For those wanting a return past highs, neighbouring Ironstone Winery bring a quintessential Californian Chardonnay packed with yellow and tropical fruit aromas alongside light citrus and green apple hints. The palate balances a citrus undertone with ripe, fresh peach, savoury butterscotch and soft vanilla. Creamy, buttery, nutty and bold.
Australia follows a similar New World path to the USA, with introduction of the grape in the 1830's and the grape remaining in the middle ground until a surge in the 1970's.Like California, ups and downs in the industry have not dented love for the grape and it still remains the most widely produced white wine in the country today.
Although now grown across the warm and cooler climate regions of the country, New South Wales on the south east coast was the first region to fully master the vine in the 1970s, with a Hunter Valley wine being the one that rose to prominence in 1972, sparking much popularity. The lavishness of the 1980's was when Australian Chardonnay took a real international foothold, soaring into the 1990's with aplomb. Just like California though, some Australian mass producers took less care when supplying over-oaked, cheap bulk wines for supermarket shelves.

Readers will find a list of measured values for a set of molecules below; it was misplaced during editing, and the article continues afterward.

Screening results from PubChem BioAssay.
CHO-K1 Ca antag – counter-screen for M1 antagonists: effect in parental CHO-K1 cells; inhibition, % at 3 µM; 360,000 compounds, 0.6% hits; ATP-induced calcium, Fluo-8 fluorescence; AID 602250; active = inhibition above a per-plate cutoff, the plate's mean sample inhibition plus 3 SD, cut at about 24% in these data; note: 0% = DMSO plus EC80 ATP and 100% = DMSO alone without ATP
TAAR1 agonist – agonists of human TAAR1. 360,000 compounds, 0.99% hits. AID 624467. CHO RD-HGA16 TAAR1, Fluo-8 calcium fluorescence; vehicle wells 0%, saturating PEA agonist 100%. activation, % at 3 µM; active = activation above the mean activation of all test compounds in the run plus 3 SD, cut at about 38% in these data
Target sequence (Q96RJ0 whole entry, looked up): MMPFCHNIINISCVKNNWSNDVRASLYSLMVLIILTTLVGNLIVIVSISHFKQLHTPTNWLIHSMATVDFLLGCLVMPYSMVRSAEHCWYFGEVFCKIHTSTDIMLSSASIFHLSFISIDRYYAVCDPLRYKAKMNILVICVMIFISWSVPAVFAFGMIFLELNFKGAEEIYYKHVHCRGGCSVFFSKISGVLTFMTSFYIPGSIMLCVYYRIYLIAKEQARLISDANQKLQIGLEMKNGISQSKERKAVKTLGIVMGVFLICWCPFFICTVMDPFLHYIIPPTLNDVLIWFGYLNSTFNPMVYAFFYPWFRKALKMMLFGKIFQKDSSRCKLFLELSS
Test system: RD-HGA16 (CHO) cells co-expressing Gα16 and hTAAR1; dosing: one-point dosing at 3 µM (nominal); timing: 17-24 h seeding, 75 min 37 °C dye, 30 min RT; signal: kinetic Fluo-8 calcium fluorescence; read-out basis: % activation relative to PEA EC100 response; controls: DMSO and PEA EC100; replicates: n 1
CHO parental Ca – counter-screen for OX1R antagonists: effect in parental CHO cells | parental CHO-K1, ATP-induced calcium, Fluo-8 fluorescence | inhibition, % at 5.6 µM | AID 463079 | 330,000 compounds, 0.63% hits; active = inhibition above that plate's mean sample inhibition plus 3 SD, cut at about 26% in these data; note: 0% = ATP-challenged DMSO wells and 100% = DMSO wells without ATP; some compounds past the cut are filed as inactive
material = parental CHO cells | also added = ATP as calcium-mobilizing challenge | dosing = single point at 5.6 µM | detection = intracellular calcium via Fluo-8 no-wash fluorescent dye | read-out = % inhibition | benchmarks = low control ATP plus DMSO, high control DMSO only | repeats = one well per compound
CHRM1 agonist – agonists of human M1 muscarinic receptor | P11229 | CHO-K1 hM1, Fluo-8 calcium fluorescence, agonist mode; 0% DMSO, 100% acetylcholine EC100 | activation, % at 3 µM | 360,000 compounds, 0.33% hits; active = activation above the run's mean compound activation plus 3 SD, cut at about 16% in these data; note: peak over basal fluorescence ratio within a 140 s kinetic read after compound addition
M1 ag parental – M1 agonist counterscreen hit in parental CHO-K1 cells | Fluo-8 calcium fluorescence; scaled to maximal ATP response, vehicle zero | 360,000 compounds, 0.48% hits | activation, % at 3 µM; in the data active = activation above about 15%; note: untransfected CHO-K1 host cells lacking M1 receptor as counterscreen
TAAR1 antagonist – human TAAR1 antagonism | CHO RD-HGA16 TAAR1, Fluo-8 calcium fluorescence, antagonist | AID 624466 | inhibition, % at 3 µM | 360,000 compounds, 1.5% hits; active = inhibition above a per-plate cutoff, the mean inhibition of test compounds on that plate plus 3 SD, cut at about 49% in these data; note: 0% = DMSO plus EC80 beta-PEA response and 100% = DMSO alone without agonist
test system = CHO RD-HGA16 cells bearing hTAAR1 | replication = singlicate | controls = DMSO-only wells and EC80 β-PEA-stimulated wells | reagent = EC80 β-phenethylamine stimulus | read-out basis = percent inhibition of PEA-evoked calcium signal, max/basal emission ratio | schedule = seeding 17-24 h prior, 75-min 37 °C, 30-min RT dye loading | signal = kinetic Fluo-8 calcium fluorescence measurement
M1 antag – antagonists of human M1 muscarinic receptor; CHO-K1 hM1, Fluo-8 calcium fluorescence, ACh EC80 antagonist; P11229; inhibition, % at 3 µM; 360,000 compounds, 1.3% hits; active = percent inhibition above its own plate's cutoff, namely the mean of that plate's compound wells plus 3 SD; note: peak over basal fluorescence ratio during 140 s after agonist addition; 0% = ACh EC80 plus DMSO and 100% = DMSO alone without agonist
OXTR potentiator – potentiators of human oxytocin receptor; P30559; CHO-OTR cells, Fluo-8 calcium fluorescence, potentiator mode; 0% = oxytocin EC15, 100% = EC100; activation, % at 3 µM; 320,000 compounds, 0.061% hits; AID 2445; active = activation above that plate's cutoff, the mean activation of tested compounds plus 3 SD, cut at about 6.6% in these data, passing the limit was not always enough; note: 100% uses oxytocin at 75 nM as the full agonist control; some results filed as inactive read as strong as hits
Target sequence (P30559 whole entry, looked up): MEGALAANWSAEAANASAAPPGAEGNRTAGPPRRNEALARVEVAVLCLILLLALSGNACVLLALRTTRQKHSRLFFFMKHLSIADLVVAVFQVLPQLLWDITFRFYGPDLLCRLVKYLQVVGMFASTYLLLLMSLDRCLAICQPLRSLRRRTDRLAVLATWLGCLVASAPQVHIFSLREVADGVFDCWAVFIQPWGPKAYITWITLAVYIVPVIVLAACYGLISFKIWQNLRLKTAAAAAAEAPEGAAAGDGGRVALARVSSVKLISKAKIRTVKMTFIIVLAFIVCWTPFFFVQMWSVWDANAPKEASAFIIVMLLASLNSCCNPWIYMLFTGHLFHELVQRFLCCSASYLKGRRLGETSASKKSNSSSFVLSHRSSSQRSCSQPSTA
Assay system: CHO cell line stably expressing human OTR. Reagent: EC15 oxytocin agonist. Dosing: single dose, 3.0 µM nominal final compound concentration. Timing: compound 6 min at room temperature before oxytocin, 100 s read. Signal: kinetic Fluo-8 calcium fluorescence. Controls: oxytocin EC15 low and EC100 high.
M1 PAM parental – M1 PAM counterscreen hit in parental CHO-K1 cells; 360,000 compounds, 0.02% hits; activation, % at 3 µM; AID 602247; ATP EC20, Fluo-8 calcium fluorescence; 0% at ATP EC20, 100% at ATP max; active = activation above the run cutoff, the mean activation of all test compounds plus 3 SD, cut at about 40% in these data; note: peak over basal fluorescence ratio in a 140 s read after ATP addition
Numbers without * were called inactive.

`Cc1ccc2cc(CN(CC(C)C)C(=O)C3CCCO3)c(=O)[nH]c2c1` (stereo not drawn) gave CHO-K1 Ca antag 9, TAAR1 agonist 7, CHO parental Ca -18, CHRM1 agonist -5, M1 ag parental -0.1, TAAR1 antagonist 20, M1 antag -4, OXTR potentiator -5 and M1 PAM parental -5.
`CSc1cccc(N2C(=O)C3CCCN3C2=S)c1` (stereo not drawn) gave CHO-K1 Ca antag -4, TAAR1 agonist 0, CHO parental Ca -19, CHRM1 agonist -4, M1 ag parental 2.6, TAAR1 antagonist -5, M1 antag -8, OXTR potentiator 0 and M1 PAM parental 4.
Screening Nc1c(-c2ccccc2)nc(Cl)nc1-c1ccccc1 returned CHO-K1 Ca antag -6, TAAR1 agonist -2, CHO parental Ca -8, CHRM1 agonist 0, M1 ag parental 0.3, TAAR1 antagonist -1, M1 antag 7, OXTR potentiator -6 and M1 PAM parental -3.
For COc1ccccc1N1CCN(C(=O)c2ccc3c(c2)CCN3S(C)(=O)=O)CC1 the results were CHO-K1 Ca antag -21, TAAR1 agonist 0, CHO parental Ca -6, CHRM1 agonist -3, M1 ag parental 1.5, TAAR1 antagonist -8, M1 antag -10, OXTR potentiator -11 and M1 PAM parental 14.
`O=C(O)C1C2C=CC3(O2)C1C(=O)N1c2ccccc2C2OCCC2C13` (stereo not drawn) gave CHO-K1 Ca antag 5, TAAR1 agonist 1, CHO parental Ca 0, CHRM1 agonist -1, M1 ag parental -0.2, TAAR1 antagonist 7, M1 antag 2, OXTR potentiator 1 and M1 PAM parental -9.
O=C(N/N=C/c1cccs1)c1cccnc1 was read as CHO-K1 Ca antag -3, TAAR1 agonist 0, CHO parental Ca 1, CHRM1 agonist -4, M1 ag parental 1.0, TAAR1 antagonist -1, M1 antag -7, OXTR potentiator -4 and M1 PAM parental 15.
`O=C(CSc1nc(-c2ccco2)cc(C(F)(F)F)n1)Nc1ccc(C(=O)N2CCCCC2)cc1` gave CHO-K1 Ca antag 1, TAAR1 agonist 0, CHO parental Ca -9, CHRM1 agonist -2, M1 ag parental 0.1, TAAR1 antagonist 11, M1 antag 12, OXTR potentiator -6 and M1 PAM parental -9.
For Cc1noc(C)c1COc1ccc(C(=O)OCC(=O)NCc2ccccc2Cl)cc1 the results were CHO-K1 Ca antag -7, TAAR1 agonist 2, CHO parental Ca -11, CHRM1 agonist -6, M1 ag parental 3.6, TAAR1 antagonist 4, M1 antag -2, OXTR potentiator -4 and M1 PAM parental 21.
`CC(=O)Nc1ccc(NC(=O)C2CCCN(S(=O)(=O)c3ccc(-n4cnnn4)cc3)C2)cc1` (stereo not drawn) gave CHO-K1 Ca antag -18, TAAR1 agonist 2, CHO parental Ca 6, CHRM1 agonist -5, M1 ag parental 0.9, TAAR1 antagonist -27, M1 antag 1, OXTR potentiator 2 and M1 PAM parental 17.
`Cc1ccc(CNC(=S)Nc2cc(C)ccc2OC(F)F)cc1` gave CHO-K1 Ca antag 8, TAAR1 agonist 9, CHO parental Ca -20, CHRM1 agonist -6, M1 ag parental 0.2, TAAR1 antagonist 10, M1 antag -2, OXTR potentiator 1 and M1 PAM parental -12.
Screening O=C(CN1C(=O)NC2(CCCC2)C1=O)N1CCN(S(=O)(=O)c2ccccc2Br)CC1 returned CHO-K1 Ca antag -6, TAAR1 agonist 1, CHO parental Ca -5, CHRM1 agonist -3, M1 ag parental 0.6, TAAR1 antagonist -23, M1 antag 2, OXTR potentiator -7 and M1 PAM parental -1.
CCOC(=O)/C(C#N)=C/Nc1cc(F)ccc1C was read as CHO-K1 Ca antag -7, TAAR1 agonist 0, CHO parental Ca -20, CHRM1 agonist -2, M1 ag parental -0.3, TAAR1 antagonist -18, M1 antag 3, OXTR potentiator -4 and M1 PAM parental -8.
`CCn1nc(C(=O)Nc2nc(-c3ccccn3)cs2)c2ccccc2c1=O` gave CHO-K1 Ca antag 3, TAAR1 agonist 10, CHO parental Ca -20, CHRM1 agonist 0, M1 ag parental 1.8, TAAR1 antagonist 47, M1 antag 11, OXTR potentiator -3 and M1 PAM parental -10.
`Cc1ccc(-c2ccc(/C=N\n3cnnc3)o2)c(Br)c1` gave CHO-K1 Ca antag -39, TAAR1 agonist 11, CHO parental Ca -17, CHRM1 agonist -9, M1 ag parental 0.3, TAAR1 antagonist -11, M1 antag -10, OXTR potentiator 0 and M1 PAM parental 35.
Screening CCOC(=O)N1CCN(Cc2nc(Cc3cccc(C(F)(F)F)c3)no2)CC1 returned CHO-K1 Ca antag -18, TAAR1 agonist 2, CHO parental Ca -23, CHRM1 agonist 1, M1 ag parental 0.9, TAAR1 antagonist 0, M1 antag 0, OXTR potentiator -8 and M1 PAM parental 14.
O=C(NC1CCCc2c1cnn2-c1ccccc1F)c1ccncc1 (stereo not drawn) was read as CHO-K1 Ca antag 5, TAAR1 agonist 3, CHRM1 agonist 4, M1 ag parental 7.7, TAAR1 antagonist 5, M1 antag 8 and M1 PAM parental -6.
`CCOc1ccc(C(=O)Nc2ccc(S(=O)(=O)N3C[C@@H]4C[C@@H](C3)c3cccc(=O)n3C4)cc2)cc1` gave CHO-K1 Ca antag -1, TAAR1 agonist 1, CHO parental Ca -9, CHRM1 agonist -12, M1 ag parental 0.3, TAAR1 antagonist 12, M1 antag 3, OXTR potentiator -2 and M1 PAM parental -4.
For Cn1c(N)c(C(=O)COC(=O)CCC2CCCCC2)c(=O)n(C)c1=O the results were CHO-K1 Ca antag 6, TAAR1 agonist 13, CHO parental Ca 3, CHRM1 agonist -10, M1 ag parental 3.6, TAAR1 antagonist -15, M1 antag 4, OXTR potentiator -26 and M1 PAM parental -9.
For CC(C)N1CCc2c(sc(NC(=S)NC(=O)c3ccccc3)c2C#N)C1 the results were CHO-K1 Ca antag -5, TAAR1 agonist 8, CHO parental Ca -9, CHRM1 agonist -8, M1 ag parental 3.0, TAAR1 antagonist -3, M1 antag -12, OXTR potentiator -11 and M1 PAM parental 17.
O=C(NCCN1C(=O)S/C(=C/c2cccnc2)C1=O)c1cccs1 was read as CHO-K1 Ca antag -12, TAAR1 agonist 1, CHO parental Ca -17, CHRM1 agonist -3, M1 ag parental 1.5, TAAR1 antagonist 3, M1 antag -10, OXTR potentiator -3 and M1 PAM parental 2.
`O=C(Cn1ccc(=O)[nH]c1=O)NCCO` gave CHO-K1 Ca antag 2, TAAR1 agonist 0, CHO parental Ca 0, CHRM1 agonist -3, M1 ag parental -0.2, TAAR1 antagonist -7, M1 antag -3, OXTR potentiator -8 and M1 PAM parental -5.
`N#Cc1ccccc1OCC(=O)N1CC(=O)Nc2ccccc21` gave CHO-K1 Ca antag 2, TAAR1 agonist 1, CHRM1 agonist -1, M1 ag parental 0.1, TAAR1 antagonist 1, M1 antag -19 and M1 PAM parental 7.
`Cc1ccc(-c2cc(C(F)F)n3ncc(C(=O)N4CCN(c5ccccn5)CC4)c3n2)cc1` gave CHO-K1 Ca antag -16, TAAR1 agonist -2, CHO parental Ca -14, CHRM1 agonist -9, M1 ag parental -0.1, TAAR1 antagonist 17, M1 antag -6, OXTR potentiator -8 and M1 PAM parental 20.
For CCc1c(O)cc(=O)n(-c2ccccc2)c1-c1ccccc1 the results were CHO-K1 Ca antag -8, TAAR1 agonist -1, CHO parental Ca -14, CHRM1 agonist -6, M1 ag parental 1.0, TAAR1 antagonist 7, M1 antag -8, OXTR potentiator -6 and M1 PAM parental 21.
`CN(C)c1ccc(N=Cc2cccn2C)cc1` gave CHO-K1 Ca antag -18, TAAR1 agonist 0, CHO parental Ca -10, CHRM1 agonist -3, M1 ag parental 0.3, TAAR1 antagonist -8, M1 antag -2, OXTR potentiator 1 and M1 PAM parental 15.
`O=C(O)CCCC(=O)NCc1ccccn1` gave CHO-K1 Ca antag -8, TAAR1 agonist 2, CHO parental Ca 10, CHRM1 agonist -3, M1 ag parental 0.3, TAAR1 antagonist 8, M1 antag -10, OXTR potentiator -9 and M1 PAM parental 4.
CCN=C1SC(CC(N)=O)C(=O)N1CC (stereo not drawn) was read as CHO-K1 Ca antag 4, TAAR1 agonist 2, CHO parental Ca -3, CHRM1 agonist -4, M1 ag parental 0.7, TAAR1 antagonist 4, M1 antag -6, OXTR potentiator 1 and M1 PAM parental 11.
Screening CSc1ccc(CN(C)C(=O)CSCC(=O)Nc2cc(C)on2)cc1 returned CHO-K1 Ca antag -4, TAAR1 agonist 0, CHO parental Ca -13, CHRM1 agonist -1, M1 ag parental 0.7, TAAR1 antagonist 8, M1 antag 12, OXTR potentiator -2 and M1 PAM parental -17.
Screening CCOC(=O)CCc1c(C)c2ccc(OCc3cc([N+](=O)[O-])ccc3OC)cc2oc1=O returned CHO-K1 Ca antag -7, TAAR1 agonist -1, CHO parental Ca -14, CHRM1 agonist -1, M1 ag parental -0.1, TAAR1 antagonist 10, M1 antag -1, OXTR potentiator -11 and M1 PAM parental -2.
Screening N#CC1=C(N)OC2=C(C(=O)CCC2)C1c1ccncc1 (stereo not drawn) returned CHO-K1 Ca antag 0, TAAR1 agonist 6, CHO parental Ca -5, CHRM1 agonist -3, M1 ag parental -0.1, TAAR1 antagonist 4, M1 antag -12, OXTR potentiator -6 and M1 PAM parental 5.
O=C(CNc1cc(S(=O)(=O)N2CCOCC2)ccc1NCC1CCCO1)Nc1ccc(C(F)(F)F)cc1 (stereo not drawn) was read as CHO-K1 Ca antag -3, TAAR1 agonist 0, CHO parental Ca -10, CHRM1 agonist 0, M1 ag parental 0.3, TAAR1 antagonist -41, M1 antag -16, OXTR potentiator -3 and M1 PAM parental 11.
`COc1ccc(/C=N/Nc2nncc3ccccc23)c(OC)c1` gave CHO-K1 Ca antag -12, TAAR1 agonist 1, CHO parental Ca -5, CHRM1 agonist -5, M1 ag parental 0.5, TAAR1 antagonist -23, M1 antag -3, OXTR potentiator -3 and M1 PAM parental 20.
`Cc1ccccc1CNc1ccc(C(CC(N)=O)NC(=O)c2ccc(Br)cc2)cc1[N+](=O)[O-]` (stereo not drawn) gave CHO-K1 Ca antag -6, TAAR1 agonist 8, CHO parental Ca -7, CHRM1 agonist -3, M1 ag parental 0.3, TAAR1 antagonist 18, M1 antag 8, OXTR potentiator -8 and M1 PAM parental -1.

To add to this, neighbouring New Zealand had begun to produce the crisp and restrained Marlborough Sauvignon Blanc style - an easy wine to turn to for many Australian Chardonnay lovers frustrated by unreliability. Producers were very quick to listen to the market though, with growing numbers creating crisp, unoaked styles, turning to the numerous cooler climate regions, or using far more subtle oaking methods. This change was termed 'New Wave Chardonnay' and was in full swing soon after the millennium.
Vinaceous Wines' Shakre epitomises this movement and demonstrates why Margaret River in Western Australia has become the benchmark wine region for Chardonnay. Grapes are sourced from un-irrigated old vine Mendoza clone vines in Wilyabrup, with 80% fermented in stainless steel and 20% in French oak barriques. The result displays bright, light and clean fruit aromas juxtaposing richer fruit flavours, added textural complexity, and subtle oak nuances. Citrus notes flow throughout to balance the tropical elements, and the mid-palate weight is brightened with a crisp, clean finish that lingers.
A Growers Touch Chardonnay from Mino & Co heads to the origins of New South Wales for its grapes, with a key aim to showcase local, low yield fruit of the highest standard. Light oak creates a wine with fresh aromas of nectarine, peach and orange blossom, whilst white nectarine and more stone fruit fill the palate, alongside citrus nuances and balanced acidity.
One Chain Vineyard's The Googly goes back to fuller oak treatment with careful monitoring throughout production for classic, yet accessible wine. South East Australian grapes bring fresh aromas of citrus and tropical fruit. The palate is surprisingly crisp, lively and bright, with tangy tropical fruit and melon shining through.